Should Cleveland kidnapper Ariel Castro get the death penalty? That option is now on the table, as the lead prosecutor in the case says he will bring aggravated murder charges for the miscarriages Castro allegedly forced on Michelle Knight, one of the three women rescued from Castro’s home this week after a decade of imprisonment. Castro is also being charged with rape and kidnapping for the abduction of Knight, Amanda Berry, and Gina DeJesus. One of the many sickening details of their captivity is the women’s report that Knight got pregnant five times, and that Castro starved her for weeks and beat her so she would miscarry.
Criminal law professors and former prosecutors are warning that the aggravated murder charges could be hard to prove. Usually, the state has to show medical evidence of a pregnancy, and of a forced termination. That could be hard to come up with years after the event, based only on the testimony of Knight, Berry, and DeJesus, who are likely the only witnesses. Douglas Berman, law professor and sentencing blogger, says the prosecution is still right to consider these aggravated murder charges, because based on the facts in the police report, “Ariel Castro is the poster child” for the kind of offender Ohio intended to go after. The state’s aggravated murder law includes prosecution for purposely causing “the unlawful termination of another’s pregnancy.”
The story of what Castro did to Knight, Berry, and DeJesus haunts me. I understand the drive to send this man to his death—he seems like a monster. And I can also see why states treat the forced termination of a pregnancy as a significant crime. I still think, though, that there would be something very strange about executing Castro for the harm he did to fetuses, as opposed to the harm he did to three living and breathing women. Maybe that seems like a legal nicety. But in this case the aggravated murder charge is really a proxy for condemning the years of rape and captivity Castro inflicted. And that makes me wary of it.
Thirty-eight states have fetal homicide laws on the books, and 23 of them apply them from the first weeks of a pregnancy. Ohio’s law has been on the books since 1996. After a woman who was eight months pregnant was killed by a reckless driver who could not be charged with the fetus’ death, the legislature added “unlawful termination of another’s pregnancy” to the aggravated murder statute. The law has been used to prosecute other drivers for killing fetuses as a consequence of their reckless driving, and a similar assault statute led to the 1998 conviction for involuntary manslaughter of a man who beat his wife and caused her to miscarry.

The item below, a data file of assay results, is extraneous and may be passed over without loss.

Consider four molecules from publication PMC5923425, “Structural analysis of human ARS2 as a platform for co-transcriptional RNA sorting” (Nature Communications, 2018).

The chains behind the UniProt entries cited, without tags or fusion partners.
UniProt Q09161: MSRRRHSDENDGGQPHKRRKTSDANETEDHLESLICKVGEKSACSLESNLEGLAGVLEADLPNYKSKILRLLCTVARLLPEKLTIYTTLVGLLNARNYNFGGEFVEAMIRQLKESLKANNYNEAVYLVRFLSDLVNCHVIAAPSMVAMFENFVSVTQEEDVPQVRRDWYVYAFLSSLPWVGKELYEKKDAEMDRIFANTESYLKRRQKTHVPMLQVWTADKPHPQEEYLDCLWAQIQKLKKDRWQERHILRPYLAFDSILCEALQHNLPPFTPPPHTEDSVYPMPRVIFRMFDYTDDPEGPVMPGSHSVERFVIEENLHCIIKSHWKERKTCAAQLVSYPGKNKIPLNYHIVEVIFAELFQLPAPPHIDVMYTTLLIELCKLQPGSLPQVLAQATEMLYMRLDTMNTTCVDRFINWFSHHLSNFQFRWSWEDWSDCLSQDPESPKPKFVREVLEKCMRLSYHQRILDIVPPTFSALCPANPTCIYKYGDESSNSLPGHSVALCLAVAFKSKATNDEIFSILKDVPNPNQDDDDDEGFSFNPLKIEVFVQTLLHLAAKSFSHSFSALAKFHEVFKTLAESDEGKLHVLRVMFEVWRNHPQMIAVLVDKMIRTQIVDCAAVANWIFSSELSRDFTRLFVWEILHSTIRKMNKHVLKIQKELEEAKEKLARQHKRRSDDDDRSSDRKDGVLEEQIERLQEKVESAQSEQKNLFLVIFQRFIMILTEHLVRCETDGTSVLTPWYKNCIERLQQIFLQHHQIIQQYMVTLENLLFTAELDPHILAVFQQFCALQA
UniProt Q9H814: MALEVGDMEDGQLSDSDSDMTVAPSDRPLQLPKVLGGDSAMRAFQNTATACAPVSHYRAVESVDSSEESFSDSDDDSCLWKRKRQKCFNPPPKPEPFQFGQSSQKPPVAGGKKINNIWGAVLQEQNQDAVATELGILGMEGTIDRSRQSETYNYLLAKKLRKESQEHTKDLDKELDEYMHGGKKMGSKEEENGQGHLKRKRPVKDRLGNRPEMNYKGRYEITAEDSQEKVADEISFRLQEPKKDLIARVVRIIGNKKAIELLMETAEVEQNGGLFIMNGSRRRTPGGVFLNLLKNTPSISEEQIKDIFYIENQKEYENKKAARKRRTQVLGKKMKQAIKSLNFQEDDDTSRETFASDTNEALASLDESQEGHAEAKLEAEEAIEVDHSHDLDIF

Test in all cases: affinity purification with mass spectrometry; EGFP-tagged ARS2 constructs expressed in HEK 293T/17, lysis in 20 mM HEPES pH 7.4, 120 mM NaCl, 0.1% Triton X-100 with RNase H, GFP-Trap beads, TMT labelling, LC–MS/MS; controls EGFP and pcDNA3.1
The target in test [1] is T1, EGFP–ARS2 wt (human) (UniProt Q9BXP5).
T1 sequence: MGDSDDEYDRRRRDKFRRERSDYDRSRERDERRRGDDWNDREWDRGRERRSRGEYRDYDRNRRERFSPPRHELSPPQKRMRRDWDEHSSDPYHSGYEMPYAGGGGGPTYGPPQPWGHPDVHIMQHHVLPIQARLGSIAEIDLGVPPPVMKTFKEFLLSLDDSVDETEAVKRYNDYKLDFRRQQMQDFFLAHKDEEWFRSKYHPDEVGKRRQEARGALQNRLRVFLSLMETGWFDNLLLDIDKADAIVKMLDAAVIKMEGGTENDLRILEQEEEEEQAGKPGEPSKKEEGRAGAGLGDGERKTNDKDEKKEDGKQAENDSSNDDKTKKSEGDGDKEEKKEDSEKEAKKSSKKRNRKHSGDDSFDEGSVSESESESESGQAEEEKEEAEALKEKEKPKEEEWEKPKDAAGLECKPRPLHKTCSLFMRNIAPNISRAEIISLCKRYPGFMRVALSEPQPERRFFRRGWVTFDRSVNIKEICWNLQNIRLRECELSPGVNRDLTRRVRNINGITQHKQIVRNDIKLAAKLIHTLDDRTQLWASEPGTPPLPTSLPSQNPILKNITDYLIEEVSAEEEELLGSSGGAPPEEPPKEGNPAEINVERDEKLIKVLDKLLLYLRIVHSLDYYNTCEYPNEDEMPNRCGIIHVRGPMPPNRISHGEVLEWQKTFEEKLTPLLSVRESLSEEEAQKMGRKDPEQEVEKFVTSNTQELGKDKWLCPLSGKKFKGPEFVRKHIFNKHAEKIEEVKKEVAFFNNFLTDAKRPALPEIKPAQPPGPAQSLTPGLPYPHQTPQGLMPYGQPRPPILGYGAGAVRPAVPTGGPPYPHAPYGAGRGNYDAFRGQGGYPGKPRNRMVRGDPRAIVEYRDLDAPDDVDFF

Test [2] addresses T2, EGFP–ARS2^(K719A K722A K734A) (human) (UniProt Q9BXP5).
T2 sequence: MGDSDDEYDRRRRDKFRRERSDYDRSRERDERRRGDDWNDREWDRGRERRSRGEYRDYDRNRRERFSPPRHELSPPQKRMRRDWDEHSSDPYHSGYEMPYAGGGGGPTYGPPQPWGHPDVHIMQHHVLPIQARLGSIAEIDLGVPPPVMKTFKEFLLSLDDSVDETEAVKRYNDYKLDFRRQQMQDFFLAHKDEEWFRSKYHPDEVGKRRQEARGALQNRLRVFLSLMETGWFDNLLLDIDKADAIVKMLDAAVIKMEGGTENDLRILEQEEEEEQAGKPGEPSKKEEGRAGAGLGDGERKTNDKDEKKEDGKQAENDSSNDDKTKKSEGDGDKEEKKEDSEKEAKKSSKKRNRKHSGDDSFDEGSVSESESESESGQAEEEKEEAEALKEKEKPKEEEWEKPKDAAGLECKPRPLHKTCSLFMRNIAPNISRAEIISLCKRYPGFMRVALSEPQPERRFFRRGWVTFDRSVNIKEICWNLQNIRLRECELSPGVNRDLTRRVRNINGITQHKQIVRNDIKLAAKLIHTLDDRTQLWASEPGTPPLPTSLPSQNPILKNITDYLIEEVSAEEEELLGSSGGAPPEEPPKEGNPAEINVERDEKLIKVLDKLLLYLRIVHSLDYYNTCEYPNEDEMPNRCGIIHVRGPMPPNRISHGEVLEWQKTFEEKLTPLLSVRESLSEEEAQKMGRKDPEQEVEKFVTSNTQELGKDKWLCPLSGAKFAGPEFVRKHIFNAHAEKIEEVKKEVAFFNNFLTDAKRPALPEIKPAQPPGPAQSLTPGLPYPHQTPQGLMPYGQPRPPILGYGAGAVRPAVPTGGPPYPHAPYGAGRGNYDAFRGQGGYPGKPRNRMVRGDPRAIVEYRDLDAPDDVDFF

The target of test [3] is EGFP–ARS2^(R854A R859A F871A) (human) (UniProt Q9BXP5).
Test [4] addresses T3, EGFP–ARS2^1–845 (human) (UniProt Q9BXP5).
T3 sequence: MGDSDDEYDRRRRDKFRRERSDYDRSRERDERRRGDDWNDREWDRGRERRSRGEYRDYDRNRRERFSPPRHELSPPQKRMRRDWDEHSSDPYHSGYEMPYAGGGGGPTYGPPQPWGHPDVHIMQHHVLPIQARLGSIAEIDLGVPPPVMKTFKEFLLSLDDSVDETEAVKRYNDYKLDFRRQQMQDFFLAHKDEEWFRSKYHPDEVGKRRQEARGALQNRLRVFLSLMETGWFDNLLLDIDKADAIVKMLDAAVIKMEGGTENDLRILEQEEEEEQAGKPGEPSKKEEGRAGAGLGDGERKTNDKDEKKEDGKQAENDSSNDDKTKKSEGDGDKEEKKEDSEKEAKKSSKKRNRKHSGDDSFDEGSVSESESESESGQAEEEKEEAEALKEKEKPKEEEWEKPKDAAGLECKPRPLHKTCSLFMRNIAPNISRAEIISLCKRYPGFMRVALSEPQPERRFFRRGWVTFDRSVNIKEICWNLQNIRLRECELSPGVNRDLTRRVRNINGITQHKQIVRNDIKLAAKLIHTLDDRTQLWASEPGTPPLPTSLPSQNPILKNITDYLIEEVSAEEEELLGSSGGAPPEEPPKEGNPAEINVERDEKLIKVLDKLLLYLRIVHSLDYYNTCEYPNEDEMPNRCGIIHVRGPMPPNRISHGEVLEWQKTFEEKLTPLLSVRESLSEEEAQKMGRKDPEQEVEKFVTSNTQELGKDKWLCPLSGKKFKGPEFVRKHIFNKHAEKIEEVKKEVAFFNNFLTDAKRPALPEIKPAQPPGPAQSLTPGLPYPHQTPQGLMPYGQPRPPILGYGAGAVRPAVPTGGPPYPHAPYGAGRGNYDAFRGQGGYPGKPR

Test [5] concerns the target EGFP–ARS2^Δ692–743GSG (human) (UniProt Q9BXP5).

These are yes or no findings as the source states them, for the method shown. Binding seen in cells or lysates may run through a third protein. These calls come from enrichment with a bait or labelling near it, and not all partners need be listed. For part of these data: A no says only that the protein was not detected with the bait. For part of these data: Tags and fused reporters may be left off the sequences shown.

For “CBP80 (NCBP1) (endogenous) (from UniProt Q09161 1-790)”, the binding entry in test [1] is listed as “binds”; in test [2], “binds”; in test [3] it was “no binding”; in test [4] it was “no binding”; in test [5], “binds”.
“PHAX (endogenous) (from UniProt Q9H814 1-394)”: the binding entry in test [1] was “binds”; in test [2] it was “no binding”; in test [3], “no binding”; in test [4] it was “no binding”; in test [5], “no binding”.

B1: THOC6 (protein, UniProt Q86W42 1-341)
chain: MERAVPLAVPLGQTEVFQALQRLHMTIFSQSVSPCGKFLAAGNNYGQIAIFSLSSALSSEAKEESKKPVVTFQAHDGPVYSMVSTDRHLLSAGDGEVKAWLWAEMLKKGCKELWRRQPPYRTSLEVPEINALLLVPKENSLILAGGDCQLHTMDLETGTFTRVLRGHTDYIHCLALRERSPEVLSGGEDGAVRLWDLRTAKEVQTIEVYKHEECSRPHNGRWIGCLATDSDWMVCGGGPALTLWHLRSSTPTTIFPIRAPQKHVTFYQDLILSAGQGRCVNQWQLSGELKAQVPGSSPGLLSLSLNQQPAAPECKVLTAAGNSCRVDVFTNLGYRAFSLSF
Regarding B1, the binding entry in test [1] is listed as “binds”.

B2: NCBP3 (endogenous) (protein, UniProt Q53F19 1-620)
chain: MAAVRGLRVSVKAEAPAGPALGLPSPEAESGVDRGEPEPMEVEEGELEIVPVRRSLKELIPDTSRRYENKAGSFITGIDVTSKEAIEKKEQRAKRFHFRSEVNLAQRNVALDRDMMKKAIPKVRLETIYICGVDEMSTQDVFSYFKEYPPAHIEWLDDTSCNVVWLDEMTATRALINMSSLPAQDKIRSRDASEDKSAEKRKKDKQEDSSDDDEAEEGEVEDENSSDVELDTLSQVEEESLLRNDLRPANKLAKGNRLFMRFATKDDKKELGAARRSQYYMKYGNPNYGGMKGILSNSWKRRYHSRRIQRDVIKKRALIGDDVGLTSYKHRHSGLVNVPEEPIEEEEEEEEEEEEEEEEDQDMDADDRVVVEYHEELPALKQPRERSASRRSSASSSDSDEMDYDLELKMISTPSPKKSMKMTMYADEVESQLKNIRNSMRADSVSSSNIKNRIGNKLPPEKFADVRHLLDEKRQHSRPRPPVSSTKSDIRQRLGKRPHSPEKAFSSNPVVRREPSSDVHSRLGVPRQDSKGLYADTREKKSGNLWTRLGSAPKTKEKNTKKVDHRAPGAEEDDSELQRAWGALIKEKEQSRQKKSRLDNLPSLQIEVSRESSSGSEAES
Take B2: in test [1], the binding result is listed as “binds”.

Pro-choice groups have opposed fetal homicide laws out of concern that treating a fetus as a person for purposes of a murder prosecution could lead to prosecutions of women who have abortions, or undermine the legal right to abortion more generally. It’s a fight that got a lot of attention when Congress made the killing of a fetus a federal crime by passing the Unborn Victims of Violence Act in 2004. But pro-choice fears here haven’t really come to pass. (Update, May 10, 2013: Women have been prosecuted under the laws, for example for giving birth to a stillborn child after using drugs as this report alarmingly details. But not for having legal abortions.) Legally speaking, “there is nothing especially troubling about permitting the law to define the word ‘person’ differently for different purposes,” as law professor Michael Dorf has written. That’s why (for better or worse) corporations can be persons when they give campaign donations but not when it comes to the right to vote.
It’s also intuitive to treat a forced miscarriage differently from the choice to have an abortion. The former can be a devastating loss for a woman who has imagined herself as a mother to the baby she is carrying (because, yes, to a woman who wants a baby, that’s the right word). The other is a personal exercise of autonomy, whatever emotions come with it. As law professor Sherry F. Colb writes, the debate over fetal homicide laws helps make clear that “the constitutional right to abortion is simply a right to stop being pregnant, no more and no less.” Colb says that when she talks about this issue with her students, “pro-choice students point out that the choice of abortion belongs to the mother, and that taking away that choice by killing her fetus without her consent does as much—or more—violence to reproductive freedom as a prohibition against abortion would.”
Fetal homicide laws also express the collective sense that the death of a woman “already a tragedy, was an even greater tragedy because she was carrying a fetus, one she intended to bring to term.” Michael Dorf wrote that about the murder of Laci Peterson. Her infamous husband, Scott Peterson, was convicted in 2005 of killing her when she was eight months pregnant. At first Laci’s family stood by Scott, but it turned out that he was a lying cheat who at the time of her death was having an affair with a massage therapist, to whom he also lied. If you’ve read the book Gone Girl, Scott Peterson is a partial model for the main character. He was sentenced to death; his case is on appeal and he remains on California’s death row.
But the main reason Scott Peterson is on death row is because he killed his wife. At Peterson’s sentencing hearing, the judge focused on the “heartless” murder of Laci. For all the suffering he inflicted on the women he held captive, Castro didn’t kill them, and we can hope they will live, free from him, for many years to come. The Supreme Court has so far ruled out the death penalty for crimes other than murder. If you think that’s the right line to draw—that the state should not take the life of someone who has not killed—then Castro shouldn’t be executed. I have to say I’m having some trouble typing those words. But in this case, I think that’s the right call.